Amlodipine and Benazepril Hydrochloride (Page 5 of 6)
13 NONCLINICAL TOXICOLOGY
13.1 Carcinogenesis, Mutagenesis, Impairment of Fertility
Carcinogenicity and mutagenicity studies have not been conducted with this combination. However, these studies have been conducted with amlodipine and benazepril alone (see below). No adverse effects on fertility occurred when the benazepril:amlodipine combination was given orally to rats of either sex at doses up to 15:7.5 mg (benazepril:amlodipine)/kg/day, prior to mating and throughout gestation.
Benazepril: No evidence of carcinogenicity was found when benazepril was administered to rats and mice for up to 2 years at doses of up to 150 mg/kg/day. When compared on the basis of body surface area, this dose is 18 and 9 times (rats and mice, respectively) the maximum recommended human dose (MRHD) (calculations assume a patient weight of 60 kg). No mutagenic activity was detected in the Ames test in bacteria, in an in vitro test for forward mutations in cultured mammalian cells, or in a nucleus anomaly test. At doses of 50 to 500 mg/kg/day (6 to 60 times the MRHD on a body surface area basis), benazepril had no adverse effect on the reproductive performance of male and female rats.
Amlodipine: Rats and mice treated with amlodipine maleate in the diet for up to 2 years, at concentrations calculated to provide daily dosage levels of 0.5, 1.25, and 2.5 mg amlodipine/kg/day, showed no evidence of a carcinogenic effect of the drug. For the mouse, the highest dose was, on a body surface area basis, similar to the MRHD of 10 mg amlodipine/day. For the rat, the highest dose was, on a body surface area basis, about two and a half times the MRHD (Calculations based on a 60 kg patient). Mutagenicity studies conducted with amlodipine maleate revealed no drug-related effects at either the gene or chromosome level. There was no effect on the fertility of rats treated orally with amlodipine maleate (males for 64 days and females for 14 days prior to mating) at doses of up to 10 mg amlodipine/kg/day (about 10 times the MRHD of 10 mg/day on a body surface area basis).
14 CLINICAL STUDIES
Over 950 patients received amlodipine and benazepril hydrochloride once-daily in 6 double-blind, placebo-controlled studies. The antihypertensive effect of a single dose persisted for 24 hours, with peak reductions achieved 2 to 8 hours after dosing.
Once-daily doses of benazepril and amlodipine using benazepril doses of 10 to 20 mg and amlodipine doses of 2.5 to 10 mg decreased seated pressure (systolic/diastolic) 24 hours after dosing by about 10 to 25/6 to 13 mmHg.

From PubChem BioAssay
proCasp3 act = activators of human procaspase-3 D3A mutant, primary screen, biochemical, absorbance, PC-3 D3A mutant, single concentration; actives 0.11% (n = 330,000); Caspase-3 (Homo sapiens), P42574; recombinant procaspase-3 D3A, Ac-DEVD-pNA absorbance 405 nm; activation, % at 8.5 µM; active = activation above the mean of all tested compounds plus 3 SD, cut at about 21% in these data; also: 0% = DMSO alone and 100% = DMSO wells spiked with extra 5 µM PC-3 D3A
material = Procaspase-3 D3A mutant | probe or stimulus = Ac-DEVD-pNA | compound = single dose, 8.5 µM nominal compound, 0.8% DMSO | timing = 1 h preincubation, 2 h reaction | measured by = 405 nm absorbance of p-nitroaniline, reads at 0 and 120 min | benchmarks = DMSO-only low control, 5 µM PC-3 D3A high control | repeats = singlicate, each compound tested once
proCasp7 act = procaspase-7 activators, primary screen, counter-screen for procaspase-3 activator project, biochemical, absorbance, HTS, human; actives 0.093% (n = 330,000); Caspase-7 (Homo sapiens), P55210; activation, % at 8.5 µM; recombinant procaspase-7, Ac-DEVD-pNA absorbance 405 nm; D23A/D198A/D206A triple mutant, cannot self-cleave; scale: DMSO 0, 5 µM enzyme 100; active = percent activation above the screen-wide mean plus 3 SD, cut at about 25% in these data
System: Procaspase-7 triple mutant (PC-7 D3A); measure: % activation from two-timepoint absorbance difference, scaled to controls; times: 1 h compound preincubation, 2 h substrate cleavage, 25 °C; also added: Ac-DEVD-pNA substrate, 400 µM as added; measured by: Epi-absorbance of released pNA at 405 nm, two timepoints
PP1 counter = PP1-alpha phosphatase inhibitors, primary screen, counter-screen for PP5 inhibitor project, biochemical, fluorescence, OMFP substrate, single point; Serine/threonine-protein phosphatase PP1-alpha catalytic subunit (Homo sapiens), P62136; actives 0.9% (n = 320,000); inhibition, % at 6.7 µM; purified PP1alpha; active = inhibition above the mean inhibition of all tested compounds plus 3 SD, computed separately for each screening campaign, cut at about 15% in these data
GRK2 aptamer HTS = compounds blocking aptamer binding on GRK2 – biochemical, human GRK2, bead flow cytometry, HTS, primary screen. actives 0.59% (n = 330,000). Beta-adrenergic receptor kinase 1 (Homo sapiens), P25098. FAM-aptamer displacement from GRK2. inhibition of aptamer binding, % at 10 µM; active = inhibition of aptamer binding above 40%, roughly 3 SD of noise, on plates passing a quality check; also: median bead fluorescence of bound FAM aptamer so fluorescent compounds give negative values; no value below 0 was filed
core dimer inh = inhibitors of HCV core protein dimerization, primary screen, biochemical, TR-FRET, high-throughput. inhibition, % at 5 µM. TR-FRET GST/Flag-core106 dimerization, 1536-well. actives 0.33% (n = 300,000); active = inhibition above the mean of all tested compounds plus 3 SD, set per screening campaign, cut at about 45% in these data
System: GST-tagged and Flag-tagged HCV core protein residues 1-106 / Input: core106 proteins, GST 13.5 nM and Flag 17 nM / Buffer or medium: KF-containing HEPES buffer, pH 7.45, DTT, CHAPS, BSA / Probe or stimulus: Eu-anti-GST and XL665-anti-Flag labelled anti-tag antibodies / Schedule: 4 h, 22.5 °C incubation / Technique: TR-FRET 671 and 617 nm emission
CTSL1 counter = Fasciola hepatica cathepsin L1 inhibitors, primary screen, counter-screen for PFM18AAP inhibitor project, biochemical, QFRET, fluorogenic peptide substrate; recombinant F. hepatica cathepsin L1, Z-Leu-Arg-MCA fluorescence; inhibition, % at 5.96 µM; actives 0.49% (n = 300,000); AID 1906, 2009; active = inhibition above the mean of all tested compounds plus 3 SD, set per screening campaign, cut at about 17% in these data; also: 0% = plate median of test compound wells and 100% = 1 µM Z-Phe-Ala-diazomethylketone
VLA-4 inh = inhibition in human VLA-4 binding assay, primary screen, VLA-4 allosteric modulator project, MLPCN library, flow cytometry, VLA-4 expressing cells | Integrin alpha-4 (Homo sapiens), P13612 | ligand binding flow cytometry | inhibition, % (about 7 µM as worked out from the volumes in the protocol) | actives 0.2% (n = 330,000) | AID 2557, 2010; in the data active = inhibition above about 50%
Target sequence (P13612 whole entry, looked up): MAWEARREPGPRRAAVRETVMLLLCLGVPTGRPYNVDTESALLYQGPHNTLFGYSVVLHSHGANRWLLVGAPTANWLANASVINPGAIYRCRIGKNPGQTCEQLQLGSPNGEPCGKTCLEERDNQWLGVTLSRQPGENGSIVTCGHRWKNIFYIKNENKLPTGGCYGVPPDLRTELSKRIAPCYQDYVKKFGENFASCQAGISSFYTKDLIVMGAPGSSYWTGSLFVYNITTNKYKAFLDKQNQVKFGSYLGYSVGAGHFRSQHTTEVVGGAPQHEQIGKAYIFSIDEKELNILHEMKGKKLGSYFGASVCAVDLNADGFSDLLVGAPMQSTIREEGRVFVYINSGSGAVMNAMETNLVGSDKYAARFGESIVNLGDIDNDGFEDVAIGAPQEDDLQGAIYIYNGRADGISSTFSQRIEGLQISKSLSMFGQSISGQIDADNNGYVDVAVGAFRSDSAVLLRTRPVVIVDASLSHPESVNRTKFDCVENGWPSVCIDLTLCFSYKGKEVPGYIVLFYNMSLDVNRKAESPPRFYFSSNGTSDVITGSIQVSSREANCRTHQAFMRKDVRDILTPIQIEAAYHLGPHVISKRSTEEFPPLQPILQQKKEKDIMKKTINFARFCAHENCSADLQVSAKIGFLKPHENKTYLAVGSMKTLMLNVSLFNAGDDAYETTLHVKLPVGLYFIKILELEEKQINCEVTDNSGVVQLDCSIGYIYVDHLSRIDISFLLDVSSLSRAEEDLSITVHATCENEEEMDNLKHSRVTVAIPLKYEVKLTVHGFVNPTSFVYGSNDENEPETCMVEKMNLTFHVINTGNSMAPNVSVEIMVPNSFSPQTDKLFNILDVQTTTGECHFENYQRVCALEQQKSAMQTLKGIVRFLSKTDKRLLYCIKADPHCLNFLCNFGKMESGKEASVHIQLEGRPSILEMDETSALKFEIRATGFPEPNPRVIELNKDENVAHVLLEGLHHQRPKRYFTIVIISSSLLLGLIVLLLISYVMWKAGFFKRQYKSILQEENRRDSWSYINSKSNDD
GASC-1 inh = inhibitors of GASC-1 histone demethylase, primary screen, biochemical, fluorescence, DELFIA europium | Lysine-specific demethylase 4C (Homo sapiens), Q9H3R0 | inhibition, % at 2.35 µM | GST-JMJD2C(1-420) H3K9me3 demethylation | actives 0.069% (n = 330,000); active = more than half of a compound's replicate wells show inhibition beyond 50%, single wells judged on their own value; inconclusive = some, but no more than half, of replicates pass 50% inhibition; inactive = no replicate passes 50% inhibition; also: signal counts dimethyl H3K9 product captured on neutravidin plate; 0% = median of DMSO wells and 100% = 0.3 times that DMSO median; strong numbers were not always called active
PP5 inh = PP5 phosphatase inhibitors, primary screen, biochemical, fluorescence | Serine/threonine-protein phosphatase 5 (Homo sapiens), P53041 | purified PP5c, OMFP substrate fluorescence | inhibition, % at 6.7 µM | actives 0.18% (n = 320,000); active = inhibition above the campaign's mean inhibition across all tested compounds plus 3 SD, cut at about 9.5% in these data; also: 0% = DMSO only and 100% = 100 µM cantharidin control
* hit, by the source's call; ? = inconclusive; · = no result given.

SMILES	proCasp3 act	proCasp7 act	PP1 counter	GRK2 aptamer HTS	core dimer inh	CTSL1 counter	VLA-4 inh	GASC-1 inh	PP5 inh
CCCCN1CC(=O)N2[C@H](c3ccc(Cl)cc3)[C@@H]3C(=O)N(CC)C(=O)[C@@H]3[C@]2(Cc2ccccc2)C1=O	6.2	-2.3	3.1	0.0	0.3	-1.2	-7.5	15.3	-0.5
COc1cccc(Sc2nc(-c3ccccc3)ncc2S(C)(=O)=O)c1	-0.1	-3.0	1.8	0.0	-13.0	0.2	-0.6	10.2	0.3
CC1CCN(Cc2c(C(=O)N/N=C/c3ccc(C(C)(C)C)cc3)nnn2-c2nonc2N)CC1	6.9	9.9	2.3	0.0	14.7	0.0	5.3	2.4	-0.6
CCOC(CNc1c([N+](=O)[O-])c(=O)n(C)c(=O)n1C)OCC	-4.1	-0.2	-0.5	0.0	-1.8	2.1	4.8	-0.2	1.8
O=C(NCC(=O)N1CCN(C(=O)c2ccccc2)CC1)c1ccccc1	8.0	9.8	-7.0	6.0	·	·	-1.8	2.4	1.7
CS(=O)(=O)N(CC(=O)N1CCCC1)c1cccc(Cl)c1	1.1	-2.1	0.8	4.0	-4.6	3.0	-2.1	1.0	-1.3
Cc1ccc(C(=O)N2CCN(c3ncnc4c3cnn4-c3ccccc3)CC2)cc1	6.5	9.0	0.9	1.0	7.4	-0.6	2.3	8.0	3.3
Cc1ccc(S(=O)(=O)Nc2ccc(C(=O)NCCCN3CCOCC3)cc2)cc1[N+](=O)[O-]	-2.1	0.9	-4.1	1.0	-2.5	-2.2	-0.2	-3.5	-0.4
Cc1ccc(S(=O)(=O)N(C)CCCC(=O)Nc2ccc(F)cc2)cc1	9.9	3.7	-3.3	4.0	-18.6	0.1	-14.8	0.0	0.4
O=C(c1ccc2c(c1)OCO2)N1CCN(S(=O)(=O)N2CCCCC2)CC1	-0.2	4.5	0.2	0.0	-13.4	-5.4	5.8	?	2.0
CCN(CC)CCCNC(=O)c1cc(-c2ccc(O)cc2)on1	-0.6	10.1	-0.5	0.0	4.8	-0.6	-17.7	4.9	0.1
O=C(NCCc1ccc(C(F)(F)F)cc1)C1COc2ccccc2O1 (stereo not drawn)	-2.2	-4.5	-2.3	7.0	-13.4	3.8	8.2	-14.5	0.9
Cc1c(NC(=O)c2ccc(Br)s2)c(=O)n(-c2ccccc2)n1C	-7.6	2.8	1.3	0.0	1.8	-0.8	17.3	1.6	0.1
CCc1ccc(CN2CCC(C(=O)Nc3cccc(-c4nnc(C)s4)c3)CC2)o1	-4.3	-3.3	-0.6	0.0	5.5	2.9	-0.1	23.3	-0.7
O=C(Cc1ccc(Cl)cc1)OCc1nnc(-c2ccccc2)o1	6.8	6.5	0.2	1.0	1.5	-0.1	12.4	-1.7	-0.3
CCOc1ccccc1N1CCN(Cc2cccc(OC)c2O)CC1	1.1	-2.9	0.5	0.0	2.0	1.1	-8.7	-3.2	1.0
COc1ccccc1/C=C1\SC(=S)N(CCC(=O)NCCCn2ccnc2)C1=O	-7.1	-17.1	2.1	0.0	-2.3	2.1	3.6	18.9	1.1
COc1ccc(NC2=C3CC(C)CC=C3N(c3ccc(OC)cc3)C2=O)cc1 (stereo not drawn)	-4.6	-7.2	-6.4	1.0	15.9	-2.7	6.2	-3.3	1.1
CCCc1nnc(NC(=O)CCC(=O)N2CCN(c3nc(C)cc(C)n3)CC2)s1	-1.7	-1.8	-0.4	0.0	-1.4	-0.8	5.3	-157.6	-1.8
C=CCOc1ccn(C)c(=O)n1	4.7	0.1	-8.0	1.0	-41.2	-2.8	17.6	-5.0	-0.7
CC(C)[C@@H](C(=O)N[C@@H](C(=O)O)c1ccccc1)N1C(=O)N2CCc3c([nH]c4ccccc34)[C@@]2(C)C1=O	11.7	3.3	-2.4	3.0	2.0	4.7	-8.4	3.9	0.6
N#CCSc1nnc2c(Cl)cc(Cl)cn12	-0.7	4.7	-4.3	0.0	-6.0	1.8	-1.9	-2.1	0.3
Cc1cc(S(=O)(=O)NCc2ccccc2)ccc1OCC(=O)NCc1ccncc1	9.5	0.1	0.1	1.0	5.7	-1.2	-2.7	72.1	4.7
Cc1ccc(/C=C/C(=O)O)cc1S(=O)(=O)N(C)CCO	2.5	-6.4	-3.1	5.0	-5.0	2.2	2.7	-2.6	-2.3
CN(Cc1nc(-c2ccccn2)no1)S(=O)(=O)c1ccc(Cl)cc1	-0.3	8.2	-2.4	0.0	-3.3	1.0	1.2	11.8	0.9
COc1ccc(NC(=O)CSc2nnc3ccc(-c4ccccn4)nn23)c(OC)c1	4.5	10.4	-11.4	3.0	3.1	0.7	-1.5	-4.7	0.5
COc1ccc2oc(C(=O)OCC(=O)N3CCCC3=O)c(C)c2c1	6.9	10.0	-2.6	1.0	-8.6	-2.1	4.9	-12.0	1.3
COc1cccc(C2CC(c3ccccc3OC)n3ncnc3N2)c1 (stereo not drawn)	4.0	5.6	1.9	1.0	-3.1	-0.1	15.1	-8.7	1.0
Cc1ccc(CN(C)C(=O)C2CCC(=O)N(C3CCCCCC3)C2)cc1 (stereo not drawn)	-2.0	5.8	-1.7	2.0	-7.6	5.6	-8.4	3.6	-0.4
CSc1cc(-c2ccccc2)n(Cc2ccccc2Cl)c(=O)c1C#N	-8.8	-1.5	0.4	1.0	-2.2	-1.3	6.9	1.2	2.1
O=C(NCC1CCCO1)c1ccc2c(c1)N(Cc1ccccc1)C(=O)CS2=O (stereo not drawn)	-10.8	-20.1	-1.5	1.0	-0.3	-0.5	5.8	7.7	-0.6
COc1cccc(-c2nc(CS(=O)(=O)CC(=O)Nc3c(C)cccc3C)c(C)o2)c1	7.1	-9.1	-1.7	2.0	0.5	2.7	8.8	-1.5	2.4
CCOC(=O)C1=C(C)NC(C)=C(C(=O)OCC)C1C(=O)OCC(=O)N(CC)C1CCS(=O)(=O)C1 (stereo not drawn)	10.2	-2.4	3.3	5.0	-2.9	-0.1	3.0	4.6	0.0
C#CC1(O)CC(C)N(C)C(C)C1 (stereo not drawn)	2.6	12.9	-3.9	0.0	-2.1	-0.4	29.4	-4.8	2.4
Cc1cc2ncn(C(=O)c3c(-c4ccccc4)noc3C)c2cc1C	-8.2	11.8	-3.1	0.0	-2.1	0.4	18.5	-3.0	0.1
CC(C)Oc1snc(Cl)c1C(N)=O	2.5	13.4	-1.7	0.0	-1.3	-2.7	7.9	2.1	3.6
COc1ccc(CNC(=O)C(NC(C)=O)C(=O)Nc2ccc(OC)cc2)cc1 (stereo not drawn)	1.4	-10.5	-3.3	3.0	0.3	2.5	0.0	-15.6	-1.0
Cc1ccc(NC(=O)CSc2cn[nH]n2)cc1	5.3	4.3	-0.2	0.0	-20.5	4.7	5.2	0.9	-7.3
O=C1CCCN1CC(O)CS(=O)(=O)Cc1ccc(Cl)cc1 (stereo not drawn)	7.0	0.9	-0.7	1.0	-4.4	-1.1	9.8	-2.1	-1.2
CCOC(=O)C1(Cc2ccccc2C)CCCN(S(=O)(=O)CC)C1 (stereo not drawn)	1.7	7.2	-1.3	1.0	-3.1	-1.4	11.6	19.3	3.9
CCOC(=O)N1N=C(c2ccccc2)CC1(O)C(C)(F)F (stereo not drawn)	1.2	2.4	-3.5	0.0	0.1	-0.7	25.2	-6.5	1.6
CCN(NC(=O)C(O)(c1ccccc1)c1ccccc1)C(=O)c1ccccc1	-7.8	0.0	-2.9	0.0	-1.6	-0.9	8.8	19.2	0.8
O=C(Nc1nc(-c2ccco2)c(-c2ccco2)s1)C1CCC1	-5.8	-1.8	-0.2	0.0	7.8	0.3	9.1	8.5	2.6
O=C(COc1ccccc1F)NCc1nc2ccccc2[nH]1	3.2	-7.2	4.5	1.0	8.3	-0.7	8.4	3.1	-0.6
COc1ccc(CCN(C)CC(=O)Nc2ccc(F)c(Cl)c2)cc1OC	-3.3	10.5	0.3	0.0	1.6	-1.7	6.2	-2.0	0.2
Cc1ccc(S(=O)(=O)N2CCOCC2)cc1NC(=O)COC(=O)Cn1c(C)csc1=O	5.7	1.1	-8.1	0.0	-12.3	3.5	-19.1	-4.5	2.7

In 2 studies in patients not adequately controlled on either benazepril 40 mg alone (n = 329) or amlodipine 10 mg alone (n = 812) once-daily doses of amlodipine and benazepril hydrochloride 10 mg/40 mg further decreased seated blood pressure compared to the respective monotherapy alone.
Combination therapy was effective in blacks and nonblacks. Both components contributed to the antihypertensive efficacy in nonblacks, but virtually all of the antihypertensive effect in blacks could be attributed to the amlodipine component. Among nonblack patients in placebo-controlled trials comparing amlodipine and benazepril hydrochloride to the individual components, the blood pressure lowering effects of the combination were shown to be additive and in some cases synergistic.
During chronic therapy with amlodipine and benazepril hydrochloride, the maximum reduction in blood pressure with any given dose is generally achieved after 1 to 2 weeks. The antihypertensive effects of amlodipine and benazepril hydrochloride have continued during therapy for at least 1 year. Abrupt withdrawal of amlodipine and benazepril hydrochloride has not been associated with a rapid increase in blood pressure.
16 HOW SUPPLIED/STORAGE AND HANDLING
NDC: 50090-4284-0 30 CAPSULE in a BOTTLE
NDC: 50090-4284-1 90 CAPSULE in a BOTTLE
17 PATIENT COUNSELING INFORMATION
Advise the patient to read the FDA-approved patient labeling (Patient Information).
Pregnancy: Advise female patients of childbearing age about the consequences of exposure to amlodipine and benazepril hydrochloride during pregnancy. Discuss treatment options with women planning to become pregnant. Ask patients to report pregnancies to their physicians as soon as possible [see Warnings and Precautions (5.1) and Use in Specific Populations (8.1)].